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More and more hospitals are having trouble filling nurse vacancies, while nurses are pushing for more support and better pay.
The nursing shortage is expected to increase by the year 2030. The U.S. Bureau of Labor Statistics foresees 194,500 registered nurse job openings every year until 2029.
In the U.S. health care system, doctors produce revenue by ordering services, like a surgery or an X-ray, which are billed. Nurses don't bill patients.
"The way our society pays for nurses at hospitals, it's, they're viewed more as a cost because they can't bill for their services the way physicians can. So, if you look at a hospital's spreadsheet, their biggest cost is nursing," said Sarah Szanton, dean at the Johns Hopkins School of Nursing. "Nurses are one of the costs, along with the Jell-O and the towels and everything else in that kind of room charge, which doesn't make sense because they add value."
Even though numerous studies show having more nurses on staff leads to better outcomes for patients, they are often furloughed or let go when hospitals need to cut costs. That's why, among other reasons, the U.S. is facing an estimated nursing shortage in the coming years.
"COVID has exacerbated the nursing shortage, but it was around before COVID," Szanton added.
Pre-COVID, roughly 1 in 10 hospitals reported high vacancy rates among nurses. Last year, it was 3 in 5.
Szanton said nurses want more support and more money.
Szanton recently spoke in front of Congress. She says the government can make the biggest difference just by funding hospitals, scholarships and instructors,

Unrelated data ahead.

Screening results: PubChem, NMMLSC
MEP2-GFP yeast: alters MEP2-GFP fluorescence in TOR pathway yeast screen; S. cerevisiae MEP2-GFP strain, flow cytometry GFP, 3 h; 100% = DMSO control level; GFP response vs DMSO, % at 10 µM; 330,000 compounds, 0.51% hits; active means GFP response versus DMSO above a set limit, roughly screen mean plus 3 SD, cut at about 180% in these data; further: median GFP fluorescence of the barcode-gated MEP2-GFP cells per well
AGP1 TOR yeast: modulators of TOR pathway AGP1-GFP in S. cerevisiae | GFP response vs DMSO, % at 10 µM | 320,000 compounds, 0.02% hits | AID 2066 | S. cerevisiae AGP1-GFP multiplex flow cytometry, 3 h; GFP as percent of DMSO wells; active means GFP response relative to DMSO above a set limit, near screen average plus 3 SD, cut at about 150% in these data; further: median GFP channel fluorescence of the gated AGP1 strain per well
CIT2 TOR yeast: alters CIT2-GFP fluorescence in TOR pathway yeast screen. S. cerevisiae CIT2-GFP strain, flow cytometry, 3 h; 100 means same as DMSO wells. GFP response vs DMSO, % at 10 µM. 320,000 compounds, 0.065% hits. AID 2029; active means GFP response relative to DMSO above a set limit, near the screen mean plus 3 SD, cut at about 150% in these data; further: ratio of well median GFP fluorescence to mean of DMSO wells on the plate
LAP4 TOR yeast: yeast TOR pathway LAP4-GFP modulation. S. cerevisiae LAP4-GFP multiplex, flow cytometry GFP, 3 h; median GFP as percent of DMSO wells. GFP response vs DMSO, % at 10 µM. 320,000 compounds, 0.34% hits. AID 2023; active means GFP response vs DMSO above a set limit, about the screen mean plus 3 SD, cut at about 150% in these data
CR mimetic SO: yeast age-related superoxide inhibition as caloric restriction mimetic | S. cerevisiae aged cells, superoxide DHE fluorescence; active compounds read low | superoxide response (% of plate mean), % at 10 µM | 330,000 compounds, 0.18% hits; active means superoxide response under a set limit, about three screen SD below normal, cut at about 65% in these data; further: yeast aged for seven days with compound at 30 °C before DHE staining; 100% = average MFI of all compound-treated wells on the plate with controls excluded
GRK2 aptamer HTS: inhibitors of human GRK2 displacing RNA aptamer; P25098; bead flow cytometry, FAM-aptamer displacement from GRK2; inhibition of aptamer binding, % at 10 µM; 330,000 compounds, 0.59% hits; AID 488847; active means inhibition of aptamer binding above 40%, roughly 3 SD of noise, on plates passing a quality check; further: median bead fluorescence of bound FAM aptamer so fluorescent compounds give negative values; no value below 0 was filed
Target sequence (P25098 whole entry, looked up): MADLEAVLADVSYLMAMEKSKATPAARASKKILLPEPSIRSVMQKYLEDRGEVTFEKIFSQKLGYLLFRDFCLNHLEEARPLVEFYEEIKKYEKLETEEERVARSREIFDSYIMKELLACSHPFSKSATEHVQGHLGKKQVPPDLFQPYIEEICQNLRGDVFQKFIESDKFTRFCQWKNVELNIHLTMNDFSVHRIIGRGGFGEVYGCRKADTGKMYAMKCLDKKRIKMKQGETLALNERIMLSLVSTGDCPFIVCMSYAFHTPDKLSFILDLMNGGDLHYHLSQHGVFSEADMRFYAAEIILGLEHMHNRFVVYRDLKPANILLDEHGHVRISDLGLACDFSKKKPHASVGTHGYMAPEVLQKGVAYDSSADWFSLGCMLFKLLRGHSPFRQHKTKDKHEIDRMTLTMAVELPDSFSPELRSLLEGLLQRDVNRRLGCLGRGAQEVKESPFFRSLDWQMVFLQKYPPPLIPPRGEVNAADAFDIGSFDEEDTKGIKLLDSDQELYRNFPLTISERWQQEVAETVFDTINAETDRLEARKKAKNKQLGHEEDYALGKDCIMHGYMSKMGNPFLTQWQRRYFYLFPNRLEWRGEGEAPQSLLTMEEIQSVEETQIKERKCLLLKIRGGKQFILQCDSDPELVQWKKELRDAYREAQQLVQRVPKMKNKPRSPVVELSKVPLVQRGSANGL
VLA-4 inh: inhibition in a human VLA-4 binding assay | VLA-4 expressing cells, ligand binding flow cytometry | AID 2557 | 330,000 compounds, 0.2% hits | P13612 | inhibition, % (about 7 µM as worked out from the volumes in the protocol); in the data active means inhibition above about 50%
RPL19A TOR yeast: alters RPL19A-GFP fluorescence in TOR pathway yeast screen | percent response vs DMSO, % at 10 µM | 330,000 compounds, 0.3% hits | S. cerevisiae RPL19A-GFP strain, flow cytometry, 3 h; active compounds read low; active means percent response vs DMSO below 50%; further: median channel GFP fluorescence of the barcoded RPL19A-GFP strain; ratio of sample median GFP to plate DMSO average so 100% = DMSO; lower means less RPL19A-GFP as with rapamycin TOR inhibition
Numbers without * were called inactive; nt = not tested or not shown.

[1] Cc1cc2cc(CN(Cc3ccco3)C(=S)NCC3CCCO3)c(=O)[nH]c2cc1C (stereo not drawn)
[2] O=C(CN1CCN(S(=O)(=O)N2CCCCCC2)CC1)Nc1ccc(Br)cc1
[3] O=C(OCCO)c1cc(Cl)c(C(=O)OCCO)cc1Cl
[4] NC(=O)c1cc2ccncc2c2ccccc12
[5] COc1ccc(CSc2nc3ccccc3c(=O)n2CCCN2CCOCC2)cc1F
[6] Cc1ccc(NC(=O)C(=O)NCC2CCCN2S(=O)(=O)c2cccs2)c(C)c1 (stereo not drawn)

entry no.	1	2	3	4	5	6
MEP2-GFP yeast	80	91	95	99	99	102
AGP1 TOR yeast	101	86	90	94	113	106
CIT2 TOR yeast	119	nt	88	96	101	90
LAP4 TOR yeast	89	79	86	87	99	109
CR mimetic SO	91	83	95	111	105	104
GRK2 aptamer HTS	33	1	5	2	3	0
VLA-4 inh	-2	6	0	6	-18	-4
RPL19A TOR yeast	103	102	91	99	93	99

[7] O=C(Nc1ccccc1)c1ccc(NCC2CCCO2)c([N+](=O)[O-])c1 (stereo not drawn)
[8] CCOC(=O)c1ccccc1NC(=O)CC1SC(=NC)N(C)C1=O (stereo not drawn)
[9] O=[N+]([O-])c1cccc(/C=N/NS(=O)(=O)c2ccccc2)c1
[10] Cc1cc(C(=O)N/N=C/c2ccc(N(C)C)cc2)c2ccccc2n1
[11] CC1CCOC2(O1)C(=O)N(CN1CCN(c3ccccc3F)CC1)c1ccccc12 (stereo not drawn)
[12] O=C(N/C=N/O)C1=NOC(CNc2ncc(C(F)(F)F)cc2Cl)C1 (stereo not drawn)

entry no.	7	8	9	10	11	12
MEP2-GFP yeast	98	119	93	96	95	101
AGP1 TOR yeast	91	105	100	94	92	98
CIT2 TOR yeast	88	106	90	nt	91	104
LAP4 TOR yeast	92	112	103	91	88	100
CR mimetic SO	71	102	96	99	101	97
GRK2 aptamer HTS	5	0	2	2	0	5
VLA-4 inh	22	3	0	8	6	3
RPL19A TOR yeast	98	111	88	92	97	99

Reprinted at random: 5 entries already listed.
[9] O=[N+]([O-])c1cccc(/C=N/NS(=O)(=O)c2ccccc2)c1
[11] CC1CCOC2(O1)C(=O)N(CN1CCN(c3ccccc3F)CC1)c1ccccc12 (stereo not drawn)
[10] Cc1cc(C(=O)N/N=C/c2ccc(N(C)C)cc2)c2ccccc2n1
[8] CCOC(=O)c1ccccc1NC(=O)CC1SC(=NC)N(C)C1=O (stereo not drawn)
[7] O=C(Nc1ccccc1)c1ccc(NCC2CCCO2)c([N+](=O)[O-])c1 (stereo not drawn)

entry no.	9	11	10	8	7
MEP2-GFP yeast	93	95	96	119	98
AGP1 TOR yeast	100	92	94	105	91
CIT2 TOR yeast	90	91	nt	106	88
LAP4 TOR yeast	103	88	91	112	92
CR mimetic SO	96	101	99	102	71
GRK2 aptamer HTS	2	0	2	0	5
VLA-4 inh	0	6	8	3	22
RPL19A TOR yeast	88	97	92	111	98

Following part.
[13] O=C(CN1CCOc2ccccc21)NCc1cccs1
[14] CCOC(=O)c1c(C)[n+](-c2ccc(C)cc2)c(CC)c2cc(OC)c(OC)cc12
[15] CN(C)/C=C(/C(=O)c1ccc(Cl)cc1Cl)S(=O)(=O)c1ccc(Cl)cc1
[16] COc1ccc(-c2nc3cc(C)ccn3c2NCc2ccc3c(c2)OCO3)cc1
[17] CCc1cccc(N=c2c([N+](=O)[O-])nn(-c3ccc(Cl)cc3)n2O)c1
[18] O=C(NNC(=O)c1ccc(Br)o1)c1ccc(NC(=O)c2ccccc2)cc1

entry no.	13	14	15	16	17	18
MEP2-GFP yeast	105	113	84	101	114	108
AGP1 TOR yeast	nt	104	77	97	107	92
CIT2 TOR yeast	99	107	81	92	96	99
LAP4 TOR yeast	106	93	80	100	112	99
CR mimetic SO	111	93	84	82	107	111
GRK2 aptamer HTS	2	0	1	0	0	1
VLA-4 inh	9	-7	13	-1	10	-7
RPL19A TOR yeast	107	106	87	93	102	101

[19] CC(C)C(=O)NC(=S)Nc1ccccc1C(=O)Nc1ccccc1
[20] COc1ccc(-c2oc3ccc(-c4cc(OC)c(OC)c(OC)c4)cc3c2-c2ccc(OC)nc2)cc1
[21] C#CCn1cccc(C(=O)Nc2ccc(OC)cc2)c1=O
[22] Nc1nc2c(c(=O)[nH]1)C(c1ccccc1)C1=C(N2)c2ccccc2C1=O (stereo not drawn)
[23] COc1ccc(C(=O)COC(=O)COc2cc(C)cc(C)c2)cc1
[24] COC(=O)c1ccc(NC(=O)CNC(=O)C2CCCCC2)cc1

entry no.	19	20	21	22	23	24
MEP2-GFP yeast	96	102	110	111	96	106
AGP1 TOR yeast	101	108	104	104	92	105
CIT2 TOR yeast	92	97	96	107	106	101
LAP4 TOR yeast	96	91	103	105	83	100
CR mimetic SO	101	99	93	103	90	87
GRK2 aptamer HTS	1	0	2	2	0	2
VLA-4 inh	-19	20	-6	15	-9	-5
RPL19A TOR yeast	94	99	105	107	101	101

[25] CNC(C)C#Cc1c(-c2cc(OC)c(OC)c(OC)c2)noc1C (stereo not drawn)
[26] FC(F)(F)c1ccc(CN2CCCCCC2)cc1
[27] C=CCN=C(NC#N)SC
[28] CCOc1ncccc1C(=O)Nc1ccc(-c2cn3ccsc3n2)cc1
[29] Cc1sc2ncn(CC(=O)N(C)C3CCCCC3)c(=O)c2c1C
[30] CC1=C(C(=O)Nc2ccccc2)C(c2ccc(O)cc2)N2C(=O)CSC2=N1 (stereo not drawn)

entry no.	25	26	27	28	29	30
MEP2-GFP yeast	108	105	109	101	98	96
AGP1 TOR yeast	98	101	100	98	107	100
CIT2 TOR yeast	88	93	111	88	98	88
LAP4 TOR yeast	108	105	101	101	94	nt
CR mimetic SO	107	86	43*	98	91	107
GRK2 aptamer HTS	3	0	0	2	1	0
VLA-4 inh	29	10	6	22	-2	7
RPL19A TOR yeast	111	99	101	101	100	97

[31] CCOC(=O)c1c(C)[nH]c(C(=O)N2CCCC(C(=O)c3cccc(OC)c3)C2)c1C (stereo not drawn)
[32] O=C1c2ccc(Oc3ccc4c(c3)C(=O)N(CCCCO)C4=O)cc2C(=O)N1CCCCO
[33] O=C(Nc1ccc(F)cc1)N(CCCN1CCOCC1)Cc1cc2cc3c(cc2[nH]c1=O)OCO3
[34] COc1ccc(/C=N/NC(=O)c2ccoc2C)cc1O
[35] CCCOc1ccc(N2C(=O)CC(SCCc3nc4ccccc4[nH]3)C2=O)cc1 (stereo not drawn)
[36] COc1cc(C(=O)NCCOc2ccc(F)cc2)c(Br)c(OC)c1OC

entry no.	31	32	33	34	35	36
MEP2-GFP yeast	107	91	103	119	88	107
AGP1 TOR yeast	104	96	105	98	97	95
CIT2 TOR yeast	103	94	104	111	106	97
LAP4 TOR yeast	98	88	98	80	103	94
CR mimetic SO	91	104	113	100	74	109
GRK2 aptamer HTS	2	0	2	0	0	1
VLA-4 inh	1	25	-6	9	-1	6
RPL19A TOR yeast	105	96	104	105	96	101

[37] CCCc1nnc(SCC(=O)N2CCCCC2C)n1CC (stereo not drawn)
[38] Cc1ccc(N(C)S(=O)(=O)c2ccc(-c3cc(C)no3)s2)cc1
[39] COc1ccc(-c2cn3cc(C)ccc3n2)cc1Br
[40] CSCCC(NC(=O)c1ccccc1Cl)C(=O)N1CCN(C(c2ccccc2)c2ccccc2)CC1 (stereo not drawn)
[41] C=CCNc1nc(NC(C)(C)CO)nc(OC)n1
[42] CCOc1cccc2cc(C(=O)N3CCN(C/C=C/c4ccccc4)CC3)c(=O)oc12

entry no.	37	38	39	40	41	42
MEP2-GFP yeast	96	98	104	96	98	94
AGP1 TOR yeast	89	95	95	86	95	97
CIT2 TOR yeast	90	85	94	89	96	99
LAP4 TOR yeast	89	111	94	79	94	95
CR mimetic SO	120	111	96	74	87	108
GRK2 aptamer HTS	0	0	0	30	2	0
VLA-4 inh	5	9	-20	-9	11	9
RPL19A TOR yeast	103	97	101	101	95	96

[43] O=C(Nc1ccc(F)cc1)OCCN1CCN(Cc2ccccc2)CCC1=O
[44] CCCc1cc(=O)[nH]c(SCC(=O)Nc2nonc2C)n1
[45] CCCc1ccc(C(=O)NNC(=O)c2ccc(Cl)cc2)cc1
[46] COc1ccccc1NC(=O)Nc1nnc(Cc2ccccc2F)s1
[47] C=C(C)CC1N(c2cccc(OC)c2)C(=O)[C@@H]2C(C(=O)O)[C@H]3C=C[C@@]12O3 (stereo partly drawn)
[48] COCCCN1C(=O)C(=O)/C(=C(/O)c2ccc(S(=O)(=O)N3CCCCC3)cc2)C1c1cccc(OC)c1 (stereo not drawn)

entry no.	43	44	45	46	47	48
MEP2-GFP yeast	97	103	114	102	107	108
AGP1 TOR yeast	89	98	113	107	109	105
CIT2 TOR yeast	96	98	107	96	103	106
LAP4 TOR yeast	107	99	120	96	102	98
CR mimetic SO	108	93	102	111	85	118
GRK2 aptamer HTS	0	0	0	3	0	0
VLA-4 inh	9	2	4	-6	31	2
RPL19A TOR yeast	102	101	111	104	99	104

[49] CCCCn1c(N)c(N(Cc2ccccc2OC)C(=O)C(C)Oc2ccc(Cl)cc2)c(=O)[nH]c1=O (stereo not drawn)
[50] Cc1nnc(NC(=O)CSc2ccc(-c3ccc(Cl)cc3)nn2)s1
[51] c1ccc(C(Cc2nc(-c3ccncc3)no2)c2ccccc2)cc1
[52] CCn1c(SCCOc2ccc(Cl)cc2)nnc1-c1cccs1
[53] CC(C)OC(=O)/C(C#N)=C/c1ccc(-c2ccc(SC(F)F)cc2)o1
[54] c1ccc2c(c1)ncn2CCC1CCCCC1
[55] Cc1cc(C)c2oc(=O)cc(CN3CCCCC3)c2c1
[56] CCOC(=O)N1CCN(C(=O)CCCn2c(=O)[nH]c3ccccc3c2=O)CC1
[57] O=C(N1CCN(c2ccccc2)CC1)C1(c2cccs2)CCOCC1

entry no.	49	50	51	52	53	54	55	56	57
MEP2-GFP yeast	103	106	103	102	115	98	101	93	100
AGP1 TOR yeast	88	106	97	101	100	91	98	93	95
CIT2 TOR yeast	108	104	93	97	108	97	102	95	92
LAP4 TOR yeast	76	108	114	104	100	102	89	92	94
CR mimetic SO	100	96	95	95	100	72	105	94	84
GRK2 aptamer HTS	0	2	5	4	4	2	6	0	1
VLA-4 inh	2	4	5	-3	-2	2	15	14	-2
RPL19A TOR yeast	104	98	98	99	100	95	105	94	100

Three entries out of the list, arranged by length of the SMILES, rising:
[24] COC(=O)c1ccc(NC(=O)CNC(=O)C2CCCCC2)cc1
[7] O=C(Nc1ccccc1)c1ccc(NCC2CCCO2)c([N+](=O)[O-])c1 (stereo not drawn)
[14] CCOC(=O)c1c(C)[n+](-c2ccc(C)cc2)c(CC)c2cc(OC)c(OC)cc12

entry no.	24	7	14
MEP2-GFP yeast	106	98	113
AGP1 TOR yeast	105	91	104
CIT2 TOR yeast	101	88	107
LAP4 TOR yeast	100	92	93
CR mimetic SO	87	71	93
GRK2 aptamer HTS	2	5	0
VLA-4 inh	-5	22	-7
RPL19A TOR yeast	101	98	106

"About 90,000 applications are rejected across the country that are well-qualified to be nurses that nursing schools can't take in because of lack of nursing faculty," she said.
Rebecca Love is the chief clinical officer at IntelyCare, which is among a wave of companies looking to make life more flexible for nurses. The company uses an Uber-like app for shifts.
"We're investing in billions of technologies to help surgeons do better surgery, but we've never really looked at investing in technology that works better for the nurse," Love said.
And this is the time to figure it out. People are living longer. The over-65 population will balloon in the decade to come.
"Health care cannot exist without nurses. Hospitals cannot stay open without nurses. And we know that because, if they could, they would just send patients to hotels," Love said.
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